How Celebrating Advent Changed Our View of Christmas

Posted by Amy Walker: From the Desk of the Head of School on December 03, 2017
Amy Walker: From the Desk of the Head of School

How Celebrating Advent Changed Our View of Christmas

Why Celebrate Advent?

Years ago, my family decided to celebrate Advent as part of our home worship time so that we could bring balance to a holiday that had clearly become way too commercialized. It quickly became one of our favorite Christmas traditions and each year, we invited a different family each week to join us on Sunday evenings to light the advent candle, read Scriptures, and worship through song. What’s even more interesting, though, is how it began to transform our view of Christmas all together.

Because celebrating Advent fed that hunger in our souls to worship Jesus, we began to look for other things that would do the same, which is how we stumbled upon The Advent Conspiracy. Soon our focus shifted from “self and getting” to “others and giving." For example, instead of trading gifts with their local cousins, we planned activities together, such as decorating cookies and delivering them to a food kitchen for the needy. Another year we worked together to make blankets for a children’s home. Over the years we added other activities or events to our family traditions such as bell ringing for the Salvation Army, filling shoebox gifts for Operation Christmas Child, and purchasing items for the needy in foreign countries, such as a goat or chickens.

What is Advent?

Prior to the sixth century, the early church eagerly anticipated Christ’s second return and set aside a season or time to focus on the Second Coming of Christ. This early form of Advent was referred to as parousia (presence; arrival; official visit in Greek). Around the middle ages, Advent (from the Latin word Adventus meaning “coming” or “visit”) shifted in focus to emphasize a preparation to celebrate Christ’s first visit and was associated with the birth of Christ and Christmas.

Like many of our church celebrations, changes in the focus and practice of Advent have occurred over the years. Today’s Advent celebrations are part of the liturgical church calendar where Christians around the world prepare spiritually not only to celebrate through worship the first coming of Christ over 2,000 years ago, but for His second coming as well through the practice of expectant waiting.

Advent begins four Sundays prior to Christmas and culminates on Christmas day. Each Sunday, something different is emphasized through Scripture and an additional candle is lit on the advent wreath.  These candles are typically purple and pink (in keeping with liturgical vestments) signifying hope, love, peace, and joy. The fifth candle is white and referred to as the Christ candle.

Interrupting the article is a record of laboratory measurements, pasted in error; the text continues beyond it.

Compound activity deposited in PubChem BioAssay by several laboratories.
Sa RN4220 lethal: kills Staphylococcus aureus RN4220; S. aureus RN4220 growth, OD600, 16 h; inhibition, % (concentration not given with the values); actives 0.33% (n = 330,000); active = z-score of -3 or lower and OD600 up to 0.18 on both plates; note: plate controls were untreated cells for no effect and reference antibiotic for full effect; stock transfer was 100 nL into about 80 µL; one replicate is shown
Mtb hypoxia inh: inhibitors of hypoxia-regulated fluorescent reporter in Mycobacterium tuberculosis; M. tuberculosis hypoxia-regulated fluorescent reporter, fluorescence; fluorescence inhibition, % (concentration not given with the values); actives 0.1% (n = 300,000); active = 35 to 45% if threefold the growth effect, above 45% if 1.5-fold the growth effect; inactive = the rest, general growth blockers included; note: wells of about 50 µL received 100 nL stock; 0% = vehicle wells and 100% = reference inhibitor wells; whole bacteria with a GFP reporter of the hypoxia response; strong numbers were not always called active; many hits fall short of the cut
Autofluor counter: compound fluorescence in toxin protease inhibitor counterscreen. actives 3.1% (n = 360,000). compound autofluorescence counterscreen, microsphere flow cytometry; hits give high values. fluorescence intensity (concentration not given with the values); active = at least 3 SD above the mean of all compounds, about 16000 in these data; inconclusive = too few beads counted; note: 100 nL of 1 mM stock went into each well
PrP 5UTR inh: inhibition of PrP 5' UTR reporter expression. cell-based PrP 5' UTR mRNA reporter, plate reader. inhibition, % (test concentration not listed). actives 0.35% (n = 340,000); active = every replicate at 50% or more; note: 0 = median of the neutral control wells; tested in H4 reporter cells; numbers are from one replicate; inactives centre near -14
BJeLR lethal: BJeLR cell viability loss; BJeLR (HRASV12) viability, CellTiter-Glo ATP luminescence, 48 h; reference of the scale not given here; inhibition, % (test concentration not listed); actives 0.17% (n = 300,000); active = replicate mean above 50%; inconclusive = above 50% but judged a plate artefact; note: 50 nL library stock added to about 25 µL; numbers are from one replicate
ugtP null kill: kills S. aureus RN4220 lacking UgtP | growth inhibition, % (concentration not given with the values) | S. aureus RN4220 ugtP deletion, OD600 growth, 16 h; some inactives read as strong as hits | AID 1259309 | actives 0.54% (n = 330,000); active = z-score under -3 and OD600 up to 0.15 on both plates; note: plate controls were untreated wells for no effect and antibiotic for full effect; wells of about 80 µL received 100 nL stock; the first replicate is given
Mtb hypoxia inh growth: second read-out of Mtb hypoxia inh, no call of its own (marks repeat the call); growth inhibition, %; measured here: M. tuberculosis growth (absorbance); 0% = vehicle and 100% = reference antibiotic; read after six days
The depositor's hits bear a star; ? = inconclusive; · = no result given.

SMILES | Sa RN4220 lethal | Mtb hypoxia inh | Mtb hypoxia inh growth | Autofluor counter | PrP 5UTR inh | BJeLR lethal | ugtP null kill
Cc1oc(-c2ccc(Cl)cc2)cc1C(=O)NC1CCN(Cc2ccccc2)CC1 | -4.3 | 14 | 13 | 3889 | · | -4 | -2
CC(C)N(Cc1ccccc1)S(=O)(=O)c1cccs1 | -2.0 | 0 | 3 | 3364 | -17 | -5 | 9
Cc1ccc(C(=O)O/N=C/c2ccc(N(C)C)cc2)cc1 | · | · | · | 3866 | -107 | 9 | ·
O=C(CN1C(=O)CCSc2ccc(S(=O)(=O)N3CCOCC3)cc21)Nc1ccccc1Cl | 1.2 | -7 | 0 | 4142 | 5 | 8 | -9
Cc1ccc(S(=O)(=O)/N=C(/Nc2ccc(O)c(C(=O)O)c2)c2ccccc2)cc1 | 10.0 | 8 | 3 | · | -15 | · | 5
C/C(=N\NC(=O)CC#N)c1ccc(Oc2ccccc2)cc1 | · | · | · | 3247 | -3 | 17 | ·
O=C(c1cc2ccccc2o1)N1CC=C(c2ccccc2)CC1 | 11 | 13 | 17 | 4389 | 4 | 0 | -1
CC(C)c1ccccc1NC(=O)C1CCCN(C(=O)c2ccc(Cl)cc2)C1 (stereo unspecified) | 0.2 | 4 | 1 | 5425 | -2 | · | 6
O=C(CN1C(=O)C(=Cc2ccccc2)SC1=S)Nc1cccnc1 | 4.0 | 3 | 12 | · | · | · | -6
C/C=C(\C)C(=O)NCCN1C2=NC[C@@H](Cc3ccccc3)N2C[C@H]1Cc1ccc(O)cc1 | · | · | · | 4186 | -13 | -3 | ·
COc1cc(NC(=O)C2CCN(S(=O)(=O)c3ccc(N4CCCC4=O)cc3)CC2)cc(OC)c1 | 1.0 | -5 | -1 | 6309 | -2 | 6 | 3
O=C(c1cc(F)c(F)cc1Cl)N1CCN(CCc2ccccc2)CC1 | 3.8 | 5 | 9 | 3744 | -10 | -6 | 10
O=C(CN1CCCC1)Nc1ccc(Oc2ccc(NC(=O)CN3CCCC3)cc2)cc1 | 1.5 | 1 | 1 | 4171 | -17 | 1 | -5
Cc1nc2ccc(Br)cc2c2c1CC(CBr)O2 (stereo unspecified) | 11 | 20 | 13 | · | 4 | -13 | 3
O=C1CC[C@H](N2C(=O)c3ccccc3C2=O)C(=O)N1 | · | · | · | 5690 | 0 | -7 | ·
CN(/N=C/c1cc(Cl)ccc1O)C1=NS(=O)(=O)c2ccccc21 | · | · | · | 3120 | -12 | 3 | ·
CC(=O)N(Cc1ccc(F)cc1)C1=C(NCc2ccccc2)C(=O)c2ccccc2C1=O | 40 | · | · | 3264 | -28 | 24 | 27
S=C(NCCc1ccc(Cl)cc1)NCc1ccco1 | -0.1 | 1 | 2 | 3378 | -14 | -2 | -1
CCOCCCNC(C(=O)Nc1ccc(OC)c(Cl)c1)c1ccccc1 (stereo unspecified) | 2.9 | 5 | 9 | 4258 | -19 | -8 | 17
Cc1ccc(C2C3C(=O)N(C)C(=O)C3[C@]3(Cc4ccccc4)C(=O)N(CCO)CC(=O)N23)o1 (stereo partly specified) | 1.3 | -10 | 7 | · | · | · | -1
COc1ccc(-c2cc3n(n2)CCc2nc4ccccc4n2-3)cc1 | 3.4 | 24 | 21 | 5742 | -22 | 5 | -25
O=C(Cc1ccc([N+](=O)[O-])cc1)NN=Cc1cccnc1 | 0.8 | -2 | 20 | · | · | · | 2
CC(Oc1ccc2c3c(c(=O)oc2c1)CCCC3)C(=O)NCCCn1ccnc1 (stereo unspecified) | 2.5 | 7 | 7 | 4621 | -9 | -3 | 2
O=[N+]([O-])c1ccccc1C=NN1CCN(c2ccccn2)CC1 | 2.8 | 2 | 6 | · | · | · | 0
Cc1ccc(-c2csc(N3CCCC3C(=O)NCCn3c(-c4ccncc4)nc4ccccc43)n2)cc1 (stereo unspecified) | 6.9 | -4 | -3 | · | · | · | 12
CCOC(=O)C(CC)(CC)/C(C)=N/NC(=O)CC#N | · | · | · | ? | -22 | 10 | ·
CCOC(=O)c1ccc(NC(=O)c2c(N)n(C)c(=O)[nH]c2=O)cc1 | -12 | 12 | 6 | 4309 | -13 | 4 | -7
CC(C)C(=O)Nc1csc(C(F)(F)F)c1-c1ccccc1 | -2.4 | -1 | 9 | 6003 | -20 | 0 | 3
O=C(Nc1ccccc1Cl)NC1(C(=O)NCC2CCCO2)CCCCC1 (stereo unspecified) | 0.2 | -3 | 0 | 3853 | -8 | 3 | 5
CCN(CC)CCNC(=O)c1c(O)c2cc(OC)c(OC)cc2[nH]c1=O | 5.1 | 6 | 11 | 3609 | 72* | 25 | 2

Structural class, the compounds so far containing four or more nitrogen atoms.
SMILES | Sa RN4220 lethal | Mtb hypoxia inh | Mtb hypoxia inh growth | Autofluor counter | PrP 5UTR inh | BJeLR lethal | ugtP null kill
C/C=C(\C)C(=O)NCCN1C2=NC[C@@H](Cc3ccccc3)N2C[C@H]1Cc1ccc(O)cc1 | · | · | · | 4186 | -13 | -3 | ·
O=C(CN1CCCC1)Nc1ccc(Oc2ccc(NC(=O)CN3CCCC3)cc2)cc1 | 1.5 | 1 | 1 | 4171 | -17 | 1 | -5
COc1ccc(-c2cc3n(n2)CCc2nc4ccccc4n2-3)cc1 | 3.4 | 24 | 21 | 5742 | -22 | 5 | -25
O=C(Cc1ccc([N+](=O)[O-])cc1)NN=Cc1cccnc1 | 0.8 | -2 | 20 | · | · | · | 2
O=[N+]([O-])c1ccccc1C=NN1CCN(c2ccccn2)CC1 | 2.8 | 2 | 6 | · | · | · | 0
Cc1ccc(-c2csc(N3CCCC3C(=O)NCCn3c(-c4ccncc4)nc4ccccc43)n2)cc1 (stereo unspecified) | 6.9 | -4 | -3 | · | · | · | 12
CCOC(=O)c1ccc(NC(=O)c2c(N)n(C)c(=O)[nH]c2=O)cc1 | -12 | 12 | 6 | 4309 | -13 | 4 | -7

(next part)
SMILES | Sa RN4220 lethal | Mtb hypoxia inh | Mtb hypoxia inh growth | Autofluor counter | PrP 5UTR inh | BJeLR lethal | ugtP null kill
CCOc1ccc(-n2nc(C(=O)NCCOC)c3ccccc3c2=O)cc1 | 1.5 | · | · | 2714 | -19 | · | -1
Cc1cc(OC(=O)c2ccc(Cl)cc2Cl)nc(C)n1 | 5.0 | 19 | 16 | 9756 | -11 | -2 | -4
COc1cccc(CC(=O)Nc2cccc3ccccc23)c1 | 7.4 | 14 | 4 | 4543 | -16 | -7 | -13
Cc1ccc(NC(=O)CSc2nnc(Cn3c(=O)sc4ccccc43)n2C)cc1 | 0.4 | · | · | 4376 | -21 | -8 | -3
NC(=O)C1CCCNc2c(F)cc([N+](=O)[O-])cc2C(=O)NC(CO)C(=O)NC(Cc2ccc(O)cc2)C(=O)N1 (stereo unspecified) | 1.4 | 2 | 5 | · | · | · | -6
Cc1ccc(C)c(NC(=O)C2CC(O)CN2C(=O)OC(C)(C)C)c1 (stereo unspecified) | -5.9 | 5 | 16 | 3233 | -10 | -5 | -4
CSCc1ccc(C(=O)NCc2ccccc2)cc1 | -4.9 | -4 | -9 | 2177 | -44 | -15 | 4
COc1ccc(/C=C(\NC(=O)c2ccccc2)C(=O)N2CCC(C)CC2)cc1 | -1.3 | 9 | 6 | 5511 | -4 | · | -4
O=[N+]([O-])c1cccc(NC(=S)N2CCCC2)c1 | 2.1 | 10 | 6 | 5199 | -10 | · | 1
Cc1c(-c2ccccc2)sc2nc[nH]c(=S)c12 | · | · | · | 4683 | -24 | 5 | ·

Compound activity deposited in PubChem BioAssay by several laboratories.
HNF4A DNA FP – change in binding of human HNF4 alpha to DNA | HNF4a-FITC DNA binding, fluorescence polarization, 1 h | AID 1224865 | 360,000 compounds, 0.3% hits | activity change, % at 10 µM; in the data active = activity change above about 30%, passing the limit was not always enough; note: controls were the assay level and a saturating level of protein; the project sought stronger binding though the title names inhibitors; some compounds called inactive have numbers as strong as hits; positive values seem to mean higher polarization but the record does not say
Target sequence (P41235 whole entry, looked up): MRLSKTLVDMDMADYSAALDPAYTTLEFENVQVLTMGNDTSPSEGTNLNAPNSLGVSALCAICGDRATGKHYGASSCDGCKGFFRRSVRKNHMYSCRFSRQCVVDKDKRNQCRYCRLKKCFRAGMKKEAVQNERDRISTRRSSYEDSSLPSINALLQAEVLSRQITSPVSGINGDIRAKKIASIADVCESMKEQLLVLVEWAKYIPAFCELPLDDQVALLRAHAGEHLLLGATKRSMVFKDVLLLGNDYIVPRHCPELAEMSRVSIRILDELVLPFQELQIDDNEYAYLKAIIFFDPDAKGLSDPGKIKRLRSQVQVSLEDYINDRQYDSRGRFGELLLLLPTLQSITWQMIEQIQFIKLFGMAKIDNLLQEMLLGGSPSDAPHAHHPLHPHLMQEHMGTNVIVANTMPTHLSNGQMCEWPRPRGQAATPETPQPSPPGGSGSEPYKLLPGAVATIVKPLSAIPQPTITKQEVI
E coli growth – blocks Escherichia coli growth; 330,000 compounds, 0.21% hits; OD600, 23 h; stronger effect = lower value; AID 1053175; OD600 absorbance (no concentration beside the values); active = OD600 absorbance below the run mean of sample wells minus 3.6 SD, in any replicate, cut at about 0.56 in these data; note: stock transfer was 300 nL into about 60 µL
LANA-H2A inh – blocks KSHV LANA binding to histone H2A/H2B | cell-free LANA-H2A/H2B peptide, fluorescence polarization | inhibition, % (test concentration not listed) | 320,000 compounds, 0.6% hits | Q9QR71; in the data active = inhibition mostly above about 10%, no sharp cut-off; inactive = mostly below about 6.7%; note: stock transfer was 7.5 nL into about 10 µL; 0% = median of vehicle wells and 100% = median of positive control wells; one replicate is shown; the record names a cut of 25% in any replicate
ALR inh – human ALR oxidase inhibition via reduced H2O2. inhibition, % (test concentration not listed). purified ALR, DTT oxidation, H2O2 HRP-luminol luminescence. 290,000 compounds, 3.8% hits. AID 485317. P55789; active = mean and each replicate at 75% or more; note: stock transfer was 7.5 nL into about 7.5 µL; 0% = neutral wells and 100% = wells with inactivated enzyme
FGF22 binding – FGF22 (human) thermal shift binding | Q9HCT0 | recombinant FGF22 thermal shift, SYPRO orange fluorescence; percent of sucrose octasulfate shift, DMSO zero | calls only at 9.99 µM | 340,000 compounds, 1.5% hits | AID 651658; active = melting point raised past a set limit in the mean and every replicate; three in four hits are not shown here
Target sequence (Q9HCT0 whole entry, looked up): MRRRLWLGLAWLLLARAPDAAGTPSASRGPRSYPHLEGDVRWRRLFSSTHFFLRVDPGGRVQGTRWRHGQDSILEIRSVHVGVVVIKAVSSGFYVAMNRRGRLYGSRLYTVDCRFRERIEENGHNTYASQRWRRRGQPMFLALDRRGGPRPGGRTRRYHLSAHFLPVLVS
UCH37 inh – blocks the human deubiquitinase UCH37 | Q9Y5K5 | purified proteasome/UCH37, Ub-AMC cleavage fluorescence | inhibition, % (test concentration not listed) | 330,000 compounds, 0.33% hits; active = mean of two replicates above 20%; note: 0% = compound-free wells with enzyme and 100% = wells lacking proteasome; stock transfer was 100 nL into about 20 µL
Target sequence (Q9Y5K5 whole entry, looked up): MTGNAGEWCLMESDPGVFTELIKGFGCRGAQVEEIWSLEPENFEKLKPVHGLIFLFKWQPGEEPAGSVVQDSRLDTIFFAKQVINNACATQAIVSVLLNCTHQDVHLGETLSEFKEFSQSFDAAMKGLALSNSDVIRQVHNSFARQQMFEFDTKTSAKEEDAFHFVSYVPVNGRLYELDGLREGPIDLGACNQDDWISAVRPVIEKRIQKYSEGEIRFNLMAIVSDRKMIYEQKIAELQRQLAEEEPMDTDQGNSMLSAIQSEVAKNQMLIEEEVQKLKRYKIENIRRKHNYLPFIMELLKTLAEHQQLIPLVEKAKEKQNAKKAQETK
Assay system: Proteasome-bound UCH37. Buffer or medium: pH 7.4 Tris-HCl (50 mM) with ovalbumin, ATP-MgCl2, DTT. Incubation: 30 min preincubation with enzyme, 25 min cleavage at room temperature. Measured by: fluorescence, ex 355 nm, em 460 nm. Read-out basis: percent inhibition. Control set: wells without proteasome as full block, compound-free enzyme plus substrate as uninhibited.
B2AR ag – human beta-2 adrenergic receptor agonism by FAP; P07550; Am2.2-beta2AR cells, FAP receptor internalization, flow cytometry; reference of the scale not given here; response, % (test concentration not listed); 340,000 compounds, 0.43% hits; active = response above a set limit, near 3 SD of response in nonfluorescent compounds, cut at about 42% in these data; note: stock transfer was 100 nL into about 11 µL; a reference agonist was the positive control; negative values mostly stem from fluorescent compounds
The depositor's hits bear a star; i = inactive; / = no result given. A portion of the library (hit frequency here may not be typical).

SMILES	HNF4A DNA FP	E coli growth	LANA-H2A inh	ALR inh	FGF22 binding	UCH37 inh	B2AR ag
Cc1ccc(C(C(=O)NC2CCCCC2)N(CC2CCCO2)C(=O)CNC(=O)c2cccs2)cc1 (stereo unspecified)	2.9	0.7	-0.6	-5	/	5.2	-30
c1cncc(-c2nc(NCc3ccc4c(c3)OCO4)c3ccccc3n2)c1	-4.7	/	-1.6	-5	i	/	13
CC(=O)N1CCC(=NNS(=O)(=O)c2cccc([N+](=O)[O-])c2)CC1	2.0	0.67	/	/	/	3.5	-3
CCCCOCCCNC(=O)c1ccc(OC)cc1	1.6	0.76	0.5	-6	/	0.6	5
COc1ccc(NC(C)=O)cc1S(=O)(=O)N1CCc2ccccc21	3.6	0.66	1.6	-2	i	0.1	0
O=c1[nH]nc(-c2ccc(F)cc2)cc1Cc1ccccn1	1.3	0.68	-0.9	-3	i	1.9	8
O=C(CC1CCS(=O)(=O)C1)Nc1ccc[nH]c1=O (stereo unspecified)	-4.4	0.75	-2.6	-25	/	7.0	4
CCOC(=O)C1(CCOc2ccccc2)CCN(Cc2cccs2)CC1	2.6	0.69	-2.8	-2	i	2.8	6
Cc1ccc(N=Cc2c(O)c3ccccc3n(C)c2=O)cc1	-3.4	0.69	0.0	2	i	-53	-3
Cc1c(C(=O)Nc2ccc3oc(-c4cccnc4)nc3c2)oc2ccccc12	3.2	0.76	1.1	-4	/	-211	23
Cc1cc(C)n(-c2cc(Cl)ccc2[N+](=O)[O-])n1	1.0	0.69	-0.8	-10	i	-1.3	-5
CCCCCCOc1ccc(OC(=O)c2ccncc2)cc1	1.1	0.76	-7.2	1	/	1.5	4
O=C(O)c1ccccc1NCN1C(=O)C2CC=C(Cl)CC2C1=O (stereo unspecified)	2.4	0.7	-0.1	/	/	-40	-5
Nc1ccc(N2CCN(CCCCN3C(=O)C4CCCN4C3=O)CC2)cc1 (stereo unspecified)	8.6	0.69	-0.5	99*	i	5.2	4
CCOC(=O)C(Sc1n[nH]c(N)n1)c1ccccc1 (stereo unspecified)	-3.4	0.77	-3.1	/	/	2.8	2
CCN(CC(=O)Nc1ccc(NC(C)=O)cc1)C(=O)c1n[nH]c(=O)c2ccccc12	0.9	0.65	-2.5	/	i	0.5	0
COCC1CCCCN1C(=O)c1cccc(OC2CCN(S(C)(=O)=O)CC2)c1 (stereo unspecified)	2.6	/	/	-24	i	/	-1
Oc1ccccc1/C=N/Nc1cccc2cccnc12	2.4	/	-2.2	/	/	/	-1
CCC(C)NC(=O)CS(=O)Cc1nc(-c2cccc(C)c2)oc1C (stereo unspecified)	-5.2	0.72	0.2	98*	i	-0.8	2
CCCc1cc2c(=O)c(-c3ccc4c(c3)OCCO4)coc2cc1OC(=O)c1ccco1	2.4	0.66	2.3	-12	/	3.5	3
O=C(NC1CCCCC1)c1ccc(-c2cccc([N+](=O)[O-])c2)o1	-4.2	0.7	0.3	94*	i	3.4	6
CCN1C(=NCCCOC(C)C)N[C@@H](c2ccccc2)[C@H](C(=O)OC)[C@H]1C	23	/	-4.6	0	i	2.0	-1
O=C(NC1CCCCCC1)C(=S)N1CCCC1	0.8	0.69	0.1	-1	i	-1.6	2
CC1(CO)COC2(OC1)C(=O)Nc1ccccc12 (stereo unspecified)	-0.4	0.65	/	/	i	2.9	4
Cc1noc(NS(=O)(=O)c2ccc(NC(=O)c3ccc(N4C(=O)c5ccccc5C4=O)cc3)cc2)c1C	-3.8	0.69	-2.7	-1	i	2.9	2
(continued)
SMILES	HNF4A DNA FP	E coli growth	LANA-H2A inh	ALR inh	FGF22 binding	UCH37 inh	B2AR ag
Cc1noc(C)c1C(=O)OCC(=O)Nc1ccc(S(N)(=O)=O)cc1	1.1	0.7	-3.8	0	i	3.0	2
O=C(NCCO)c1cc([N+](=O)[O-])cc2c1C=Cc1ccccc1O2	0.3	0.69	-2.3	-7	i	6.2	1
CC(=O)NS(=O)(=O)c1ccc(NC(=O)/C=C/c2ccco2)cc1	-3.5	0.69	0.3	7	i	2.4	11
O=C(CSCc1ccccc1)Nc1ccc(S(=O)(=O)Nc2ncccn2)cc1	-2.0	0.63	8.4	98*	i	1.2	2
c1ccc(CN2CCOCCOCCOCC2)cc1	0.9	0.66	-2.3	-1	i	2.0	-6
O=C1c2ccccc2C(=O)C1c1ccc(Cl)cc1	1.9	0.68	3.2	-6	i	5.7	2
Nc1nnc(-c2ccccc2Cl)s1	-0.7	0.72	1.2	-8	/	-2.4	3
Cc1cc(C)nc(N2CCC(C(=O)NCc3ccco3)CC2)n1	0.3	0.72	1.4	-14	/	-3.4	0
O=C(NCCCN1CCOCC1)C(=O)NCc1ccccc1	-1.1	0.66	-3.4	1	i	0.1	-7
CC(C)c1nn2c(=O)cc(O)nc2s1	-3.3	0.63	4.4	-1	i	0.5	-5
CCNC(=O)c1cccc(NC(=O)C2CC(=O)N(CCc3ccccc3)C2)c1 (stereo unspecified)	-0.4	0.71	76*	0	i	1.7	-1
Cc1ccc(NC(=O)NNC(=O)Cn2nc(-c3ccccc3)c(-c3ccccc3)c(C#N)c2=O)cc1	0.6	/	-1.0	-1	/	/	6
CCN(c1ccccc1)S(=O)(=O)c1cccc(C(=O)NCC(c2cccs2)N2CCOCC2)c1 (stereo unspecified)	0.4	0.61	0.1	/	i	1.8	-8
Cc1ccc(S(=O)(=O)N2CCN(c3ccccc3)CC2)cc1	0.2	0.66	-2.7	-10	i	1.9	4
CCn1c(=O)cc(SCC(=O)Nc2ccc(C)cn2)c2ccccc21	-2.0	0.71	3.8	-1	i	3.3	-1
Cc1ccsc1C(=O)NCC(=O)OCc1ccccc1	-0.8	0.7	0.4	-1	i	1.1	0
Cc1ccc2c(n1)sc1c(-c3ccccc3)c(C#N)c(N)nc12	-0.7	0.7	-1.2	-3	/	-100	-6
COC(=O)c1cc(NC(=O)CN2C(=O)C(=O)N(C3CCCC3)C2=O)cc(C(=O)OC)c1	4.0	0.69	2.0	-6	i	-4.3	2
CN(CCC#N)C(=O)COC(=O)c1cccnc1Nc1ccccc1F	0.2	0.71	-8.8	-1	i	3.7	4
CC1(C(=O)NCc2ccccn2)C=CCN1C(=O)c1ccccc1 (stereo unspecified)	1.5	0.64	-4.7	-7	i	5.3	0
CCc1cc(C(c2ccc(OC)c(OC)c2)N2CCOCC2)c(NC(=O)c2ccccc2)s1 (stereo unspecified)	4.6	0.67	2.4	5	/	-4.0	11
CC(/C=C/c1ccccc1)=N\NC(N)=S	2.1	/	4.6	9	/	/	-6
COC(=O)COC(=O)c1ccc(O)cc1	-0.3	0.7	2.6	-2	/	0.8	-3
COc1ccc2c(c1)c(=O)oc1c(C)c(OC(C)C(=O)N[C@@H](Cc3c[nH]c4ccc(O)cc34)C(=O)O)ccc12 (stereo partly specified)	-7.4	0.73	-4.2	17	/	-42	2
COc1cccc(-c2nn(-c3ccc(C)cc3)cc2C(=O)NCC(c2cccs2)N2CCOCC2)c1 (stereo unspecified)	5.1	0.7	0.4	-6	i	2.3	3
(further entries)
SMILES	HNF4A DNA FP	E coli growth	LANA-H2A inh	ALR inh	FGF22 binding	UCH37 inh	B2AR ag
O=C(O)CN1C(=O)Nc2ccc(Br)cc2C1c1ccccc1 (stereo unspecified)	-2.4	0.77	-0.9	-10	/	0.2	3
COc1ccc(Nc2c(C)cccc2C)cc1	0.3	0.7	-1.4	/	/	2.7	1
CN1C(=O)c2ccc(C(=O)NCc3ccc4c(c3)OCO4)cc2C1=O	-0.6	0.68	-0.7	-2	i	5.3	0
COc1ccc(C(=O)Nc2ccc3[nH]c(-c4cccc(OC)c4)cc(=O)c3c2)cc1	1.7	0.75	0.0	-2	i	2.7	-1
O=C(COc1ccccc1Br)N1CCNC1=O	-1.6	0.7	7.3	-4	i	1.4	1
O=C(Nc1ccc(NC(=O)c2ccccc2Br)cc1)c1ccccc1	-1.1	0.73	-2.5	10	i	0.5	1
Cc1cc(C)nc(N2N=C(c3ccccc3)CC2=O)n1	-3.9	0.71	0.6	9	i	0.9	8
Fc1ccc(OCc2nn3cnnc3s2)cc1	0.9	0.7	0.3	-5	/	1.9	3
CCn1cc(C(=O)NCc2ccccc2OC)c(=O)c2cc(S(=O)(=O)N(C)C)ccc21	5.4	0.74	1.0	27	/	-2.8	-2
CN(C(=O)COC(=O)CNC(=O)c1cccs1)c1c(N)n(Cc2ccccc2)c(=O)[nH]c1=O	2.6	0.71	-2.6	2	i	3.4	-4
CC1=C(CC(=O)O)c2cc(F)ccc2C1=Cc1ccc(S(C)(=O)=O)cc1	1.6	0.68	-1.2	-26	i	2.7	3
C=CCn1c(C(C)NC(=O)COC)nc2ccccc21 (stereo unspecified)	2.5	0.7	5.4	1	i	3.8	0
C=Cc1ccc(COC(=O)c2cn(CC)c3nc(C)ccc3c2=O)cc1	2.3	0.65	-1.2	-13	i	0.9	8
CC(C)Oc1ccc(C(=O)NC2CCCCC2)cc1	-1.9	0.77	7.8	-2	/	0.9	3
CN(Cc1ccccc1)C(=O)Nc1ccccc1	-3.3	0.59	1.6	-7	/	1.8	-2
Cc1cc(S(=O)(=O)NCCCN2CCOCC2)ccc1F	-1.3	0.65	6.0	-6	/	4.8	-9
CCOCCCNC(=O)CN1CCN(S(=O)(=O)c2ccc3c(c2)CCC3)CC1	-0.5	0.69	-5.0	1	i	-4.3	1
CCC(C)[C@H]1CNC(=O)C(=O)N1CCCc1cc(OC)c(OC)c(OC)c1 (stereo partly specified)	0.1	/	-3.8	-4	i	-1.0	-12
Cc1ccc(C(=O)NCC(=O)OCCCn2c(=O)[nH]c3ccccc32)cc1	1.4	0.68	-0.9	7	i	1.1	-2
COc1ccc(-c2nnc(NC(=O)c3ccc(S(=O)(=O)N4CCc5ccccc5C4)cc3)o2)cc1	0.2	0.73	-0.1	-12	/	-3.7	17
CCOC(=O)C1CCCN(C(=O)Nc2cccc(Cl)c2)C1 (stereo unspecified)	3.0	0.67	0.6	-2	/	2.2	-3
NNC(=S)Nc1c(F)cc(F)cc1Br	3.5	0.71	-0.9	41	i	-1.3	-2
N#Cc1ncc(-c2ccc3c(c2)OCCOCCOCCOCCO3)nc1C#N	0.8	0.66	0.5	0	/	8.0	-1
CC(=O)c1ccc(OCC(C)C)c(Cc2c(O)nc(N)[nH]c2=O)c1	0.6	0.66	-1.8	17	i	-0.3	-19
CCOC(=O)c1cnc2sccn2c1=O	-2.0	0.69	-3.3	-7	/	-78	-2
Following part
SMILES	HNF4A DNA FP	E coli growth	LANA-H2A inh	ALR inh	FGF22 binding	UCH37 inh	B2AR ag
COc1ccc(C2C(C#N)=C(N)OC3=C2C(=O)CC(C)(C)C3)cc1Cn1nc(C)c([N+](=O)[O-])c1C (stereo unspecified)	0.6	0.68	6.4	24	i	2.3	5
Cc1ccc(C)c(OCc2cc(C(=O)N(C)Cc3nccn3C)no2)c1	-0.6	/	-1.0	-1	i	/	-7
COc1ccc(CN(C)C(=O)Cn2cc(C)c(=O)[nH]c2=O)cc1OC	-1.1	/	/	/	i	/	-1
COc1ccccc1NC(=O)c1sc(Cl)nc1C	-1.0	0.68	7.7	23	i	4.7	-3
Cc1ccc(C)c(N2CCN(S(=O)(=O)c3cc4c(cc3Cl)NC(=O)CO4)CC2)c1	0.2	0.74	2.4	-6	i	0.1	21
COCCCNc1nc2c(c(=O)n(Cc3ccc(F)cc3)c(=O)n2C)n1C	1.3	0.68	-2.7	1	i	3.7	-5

How to Choose Your Advent Practices?

Once you start looking for these new traditions (Pinterest is full of options), you could quickly fall into the trap of too much of a good thing! Rather than making too many changes at once, we chose to try one new thing each year or two. Then if we liked it, the practice or activity became a tradition. If it caused us to be busy and not worshipful or grateful, then we didn’t do it. And some years we needed to opt for less.  

When choosing your advent activities, ask yourself:

  • Will it be age appropriate long term? (Avoid dummying down - kids will eventually “get it”)
  • Will it help us worship meaningfully or move us to serve others?
  • Will the preparation or commitment to it cause us unnecessary stress?

One of our favorite Advent practices included a daily countdown. There are dozens of variations of this activity, but ours involved a simple red and green paper chain made of construction paper where they tore off one link each day. Adding a scripture to each link provides a brief daily devotional time as well.  

As children get older, they may have fun making Scripture chains for another family with little ones as a pre-Christmas gift. But don’t let the worship opportunity end when they outgrow these! Have them participate in a daily Scripture reading aloud at dinnertime or when everyone is gathered.  Our family loved the series of Advent Storybooks by Arnold Ytreeide. Even into their teen years, they were captivated by what would happen next in this fictional drama with discussion questions (pre-read for age appropriate content).

In our affluent culture, it may seem the holiday season will forever be commercialized. But by making intentional decisions to include more worshipful practices each Advent season; your family can transform Christmas!

Learn about How to Be Too Blessed to Be Stressed for Christmas from last year's blog post!


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Topics: Christmas, Christian Parenting, holiday